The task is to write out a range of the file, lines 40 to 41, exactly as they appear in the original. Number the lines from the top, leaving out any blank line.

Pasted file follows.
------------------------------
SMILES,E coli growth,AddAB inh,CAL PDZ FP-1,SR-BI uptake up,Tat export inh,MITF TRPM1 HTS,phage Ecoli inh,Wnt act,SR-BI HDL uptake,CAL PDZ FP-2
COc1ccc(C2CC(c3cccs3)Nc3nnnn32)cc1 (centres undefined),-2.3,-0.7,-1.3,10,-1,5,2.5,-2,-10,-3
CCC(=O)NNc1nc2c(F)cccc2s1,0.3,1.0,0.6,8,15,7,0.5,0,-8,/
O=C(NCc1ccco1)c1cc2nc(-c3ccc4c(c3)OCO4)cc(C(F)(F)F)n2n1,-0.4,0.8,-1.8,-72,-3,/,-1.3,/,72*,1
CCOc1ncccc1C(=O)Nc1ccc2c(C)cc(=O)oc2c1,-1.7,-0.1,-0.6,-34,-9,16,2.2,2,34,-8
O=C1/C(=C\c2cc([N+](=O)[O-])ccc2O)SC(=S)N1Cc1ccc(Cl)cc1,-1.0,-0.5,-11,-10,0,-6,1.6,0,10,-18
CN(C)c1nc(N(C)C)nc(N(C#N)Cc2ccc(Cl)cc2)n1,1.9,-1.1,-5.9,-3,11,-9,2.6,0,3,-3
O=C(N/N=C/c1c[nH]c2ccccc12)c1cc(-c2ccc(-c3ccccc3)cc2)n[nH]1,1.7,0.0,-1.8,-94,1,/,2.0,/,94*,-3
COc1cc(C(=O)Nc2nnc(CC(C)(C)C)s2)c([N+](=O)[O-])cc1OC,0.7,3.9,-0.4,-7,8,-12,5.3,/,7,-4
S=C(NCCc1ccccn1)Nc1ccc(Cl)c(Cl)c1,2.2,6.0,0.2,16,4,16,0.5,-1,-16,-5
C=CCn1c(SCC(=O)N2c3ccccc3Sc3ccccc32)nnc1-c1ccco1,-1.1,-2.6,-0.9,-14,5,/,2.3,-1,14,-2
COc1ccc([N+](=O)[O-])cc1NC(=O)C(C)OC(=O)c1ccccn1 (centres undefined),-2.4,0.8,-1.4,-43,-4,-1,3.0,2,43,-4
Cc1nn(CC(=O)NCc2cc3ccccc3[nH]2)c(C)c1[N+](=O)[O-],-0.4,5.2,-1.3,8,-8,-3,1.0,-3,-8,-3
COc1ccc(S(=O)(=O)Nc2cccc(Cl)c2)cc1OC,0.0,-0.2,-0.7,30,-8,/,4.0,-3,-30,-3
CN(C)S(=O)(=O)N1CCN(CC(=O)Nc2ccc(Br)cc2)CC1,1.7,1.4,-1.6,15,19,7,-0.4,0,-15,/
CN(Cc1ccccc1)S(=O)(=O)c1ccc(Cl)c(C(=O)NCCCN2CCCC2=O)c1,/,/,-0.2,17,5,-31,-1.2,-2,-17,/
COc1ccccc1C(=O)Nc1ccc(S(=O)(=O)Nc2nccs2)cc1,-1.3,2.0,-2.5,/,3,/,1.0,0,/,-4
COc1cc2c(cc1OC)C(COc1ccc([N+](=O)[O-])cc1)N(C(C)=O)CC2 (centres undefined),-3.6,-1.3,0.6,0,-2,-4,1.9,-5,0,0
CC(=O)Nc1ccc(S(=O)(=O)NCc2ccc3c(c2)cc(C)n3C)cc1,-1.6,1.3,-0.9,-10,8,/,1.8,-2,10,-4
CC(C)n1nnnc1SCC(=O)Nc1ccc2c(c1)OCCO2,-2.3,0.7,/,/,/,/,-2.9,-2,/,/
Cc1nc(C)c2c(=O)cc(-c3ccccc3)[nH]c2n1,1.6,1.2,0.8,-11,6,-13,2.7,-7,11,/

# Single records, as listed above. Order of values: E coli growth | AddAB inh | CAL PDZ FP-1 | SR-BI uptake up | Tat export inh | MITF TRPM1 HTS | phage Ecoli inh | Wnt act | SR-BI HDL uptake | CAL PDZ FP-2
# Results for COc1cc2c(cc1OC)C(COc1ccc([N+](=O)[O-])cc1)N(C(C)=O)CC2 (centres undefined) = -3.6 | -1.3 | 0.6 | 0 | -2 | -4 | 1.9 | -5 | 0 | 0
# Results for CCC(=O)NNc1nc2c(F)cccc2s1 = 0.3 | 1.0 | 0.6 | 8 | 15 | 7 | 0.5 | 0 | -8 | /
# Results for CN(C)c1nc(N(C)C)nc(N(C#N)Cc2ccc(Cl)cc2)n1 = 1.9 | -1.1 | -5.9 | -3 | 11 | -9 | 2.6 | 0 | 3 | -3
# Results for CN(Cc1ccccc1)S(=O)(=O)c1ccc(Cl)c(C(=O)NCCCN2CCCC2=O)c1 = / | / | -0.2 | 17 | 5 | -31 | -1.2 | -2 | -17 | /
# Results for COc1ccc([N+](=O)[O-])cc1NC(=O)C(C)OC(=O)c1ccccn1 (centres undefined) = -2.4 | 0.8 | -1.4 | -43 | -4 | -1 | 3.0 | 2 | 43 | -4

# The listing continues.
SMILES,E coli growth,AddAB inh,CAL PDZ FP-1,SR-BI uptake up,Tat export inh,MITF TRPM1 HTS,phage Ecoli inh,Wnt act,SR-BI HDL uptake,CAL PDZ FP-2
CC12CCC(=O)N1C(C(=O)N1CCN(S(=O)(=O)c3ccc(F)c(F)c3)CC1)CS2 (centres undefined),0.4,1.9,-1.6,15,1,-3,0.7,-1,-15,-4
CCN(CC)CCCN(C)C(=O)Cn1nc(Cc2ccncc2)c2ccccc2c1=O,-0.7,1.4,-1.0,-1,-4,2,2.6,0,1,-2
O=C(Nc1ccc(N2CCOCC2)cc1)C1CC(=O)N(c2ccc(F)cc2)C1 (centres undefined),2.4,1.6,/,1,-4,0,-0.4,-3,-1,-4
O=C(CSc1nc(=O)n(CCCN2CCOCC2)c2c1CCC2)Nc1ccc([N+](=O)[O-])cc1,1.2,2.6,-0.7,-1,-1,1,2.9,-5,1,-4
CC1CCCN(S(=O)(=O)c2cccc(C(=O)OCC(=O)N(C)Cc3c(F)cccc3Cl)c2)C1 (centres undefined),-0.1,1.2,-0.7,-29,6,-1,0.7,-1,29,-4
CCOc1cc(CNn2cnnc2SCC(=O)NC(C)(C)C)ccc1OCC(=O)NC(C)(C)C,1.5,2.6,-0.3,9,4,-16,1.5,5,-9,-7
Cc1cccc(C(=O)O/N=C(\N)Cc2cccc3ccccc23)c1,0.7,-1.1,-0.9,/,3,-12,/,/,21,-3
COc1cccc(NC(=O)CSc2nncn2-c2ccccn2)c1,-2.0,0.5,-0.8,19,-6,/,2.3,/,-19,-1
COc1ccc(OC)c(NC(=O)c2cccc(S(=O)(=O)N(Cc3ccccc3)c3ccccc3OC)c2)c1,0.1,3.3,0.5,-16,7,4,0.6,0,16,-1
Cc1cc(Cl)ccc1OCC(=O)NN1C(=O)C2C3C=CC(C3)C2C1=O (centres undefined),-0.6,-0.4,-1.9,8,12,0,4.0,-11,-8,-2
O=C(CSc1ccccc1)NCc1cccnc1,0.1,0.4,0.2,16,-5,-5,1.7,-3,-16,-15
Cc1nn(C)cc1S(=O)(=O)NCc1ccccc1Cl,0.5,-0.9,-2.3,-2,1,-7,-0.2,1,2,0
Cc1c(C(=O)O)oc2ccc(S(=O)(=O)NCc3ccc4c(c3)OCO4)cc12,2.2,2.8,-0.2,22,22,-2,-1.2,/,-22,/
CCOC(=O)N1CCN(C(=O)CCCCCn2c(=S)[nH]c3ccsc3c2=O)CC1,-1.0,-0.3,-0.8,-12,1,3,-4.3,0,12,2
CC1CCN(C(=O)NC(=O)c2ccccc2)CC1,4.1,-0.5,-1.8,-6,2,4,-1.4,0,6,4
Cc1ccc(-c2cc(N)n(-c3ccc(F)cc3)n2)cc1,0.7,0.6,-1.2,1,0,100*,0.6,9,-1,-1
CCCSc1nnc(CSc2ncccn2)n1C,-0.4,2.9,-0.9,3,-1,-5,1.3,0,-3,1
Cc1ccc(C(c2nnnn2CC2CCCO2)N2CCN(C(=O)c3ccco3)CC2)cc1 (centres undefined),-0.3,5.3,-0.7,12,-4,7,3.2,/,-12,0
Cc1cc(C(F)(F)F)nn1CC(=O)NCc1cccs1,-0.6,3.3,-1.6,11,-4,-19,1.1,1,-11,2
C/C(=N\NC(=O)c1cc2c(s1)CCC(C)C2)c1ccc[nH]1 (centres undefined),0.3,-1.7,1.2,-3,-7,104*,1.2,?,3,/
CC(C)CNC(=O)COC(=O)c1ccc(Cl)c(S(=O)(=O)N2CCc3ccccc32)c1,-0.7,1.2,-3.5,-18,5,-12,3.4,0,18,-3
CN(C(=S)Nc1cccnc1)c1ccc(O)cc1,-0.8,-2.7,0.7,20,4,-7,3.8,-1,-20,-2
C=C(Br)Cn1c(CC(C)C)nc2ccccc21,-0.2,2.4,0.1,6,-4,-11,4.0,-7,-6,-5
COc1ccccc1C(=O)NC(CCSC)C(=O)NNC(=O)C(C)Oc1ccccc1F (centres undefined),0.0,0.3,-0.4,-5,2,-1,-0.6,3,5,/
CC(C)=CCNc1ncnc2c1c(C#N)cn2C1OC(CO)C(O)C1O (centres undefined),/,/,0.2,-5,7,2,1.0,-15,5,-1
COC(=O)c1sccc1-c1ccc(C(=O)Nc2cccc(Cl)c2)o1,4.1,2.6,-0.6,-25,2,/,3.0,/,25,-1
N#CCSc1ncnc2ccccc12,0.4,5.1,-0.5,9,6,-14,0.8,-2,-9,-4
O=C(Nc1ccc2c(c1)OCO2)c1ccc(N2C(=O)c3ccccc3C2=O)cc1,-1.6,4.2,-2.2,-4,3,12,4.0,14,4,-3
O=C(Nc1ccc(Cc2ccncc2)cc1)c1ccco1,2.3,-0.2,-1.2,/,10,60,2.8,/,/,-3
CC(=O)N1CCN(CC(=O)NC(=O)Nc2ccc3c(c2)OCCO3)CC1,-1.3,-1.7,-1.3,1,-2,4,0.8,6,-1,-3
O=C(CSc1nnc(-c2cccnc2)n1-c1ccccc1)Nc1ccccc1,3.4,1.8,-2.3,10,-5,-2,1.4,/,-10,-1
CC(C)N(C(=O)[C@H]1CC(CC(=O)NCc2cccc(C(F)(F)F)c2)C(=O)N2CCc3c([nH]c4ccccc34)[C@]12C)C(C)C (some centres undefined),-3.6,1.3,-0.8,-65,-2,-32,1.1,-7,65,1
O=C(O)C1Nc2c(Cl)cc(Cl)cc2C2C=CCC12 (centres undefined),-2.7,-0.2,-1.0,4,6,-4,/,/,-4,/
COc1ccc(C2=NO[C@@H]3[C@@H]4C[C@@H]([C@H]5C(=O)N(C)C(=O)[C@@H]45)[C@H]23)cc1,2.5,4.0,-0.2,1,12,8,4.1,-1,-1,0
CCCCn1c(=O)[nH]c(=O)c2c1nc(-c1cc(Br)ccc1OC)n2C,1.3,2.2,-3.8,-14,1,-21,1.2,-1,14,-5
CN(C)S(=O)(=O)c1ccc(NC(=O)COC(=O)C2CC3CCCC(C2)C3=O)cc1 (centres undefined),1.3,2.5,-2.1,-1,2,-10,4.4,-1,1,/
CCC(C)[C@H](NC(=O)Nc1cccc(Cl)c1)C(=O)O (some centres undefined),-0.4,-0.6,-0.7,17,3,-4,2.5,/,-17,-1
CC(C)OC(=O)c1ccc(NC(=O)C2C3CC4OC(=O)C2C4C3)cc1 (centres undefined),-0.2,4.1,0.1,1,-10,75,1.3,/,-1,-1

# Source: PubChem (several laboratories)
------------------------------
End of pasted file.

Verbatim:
O=C(CSc1ccccc1)NCc1cccnc1,0.1,0.4,0.2,16,-5,-5,1.7,-3,-16,-15
Cc1nn(C)cc1S(=O)(=O)NCc1ccccc1Cl,0.5,-0.9,-2.3,-2,1,-7,-0.2,1,2,0